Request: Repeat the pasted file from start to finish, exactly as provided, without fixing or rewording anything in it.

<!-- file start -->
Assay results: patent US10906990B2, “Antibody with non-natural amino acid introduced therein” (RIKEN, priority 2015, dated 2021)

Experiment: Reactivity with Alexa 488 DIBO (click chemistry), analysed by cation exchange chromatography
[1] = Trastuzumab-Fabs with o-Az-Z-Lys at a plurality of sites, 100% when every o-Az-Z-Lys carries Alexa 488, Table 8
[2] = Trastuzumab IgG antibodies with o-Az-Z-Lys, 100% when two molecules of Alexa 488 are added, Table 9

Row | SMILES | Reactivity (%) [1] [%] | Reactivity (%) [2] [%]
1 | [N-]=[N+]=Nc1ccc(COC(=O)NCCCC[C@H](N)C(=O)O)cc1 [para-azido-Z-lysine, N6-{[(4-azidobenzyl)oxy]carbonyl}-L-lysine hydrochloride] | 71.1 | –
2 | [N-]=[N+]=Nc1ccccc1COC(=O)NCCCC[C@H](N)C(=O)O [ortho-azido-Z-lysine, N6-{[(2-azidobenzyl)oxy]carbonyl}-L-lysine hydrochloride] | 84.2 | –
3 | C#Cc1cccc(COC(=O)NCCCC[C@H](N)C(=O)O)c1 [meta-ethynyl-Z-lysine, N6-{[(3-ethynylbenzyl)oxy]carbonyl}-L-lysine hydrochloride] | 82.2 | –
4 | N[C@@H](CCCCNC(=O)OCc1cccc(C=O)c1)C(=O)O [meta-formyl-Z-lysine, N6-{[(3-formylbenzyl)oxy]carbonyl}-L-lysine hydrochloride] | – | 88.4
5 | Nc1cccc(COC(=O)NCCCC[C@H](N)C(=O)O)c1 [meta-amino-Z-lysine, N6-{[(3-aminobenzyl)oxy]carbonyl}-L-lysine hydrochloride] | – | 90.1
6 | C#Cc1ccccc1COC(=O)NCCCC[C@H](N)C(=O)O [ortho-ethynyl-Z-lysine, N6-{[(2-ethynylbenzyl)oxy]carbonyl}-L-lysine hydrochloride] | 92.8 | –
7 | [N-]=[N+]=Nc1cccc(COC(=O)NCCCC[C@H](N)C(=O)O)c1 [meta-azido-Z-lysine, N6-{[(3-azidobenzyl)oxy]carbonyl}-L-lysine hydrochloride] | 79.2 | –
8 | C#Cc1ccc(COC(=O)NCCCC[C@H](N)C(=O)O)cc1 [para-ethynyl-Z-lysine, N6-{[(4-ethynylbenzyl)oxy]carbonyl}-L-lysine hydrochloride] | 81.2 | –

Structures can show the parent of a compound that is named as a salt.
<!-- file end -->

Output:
Assay results: patent US10906990B2, “Antibody with non-natural amino acid introduced therein” (RIKEN, priority 2015, dated 2021)

Experiment: Reactivity with Alexa 488 DIBO (click chemistry), analysed by cation exchange chromatography
[1] = Trastuzumab-Fabs with o-Az-Z-Lys at a plurality of sites, 100% when every o-Az-Z-Lys carries Alexa 488, Table 8
[2] = Trastuzumab IgG antibodies with o-Az-Z-Lys, 100% when two molecules of Alexa 488 are added, Table 9

Row | SMILES | Reactivity (%) [1] [%] | Reactivity (%) [2] [%]
1 | [N-]=[N+]=Nc1ccc(COC(=O)NCCCC[C@H](N)C(=O)O)cc1 [para-azido-Z-lysine, N6-{[(4-azidobenzyl)oxy]carbonyl}-L-lysine hydrochloride] | 71.1 | –
2 | [N-]=[N+]=Nc1ccccc1COC(=O)NCCCC[C@H](N)C(=O)O [ortho-azido-Z-lysine, N6-{[(2-azidobenzyl)oxy]carbonyl}-L-lysine hydrochloride] | 84.2 | –
3 | C#Cc1cccc(COC(=O)NCCCC[C@H](N)C(=O)O)c1 [meta-ethynyl-Z-lysine, N6-{[(3-ethynylbenzyl)oxy]carbonyl}-L-lysine hydrochloride] | 82.2 | –
4 | N[C@@H](CCCCNC(=O)OCc1cccc(C=O)c1)C(=O)O [meta-formyl-Z-lysine, N6-{[(3-formylbenzyl)oxy]carbonyl}-L-lysine hydrochloride] | – | 88.4
5 | Nc1cccc(COC(=O)NCCCC[C@H](N)C(=O)O)c1 [meta-amino-Z-lysine, N6-{[(3-aminobenzyl)oxy]carbonyl}-L-lysine hydrochloride] | – | 90.1
6 | C#Cc1ccccc1COC(=O)NCCCC[C@H](N)C(=O)O [ortho-ethynyl-Z-lysine, N6-{[(2-ethynylbenzyl)oxy]carbonyl}-L-lysine hydrochloride] | 92.8 | –
7 | [N-]=[N+]=Nc1cccc(COC(=O)NCCCC[C@H](N)C(=O)O)c1 [meta-azido-Z-lysine, N6-{[(3-azidobenzyl)oxy]carbonyl}-L-lysine hydrochloride] | 79.2 | –
8 | C#Cc1ccc(COC(=O)NCCCC[C@H](N)C(=O)O)cc1 [para-ethynyl-Z-lysine, N6-{[(4-ethynylbenzyl)oxy]carbonyl}-L-lysine hydrochloride] | 81.2 | –

Structures can show the parent of a compound that is named as a salt.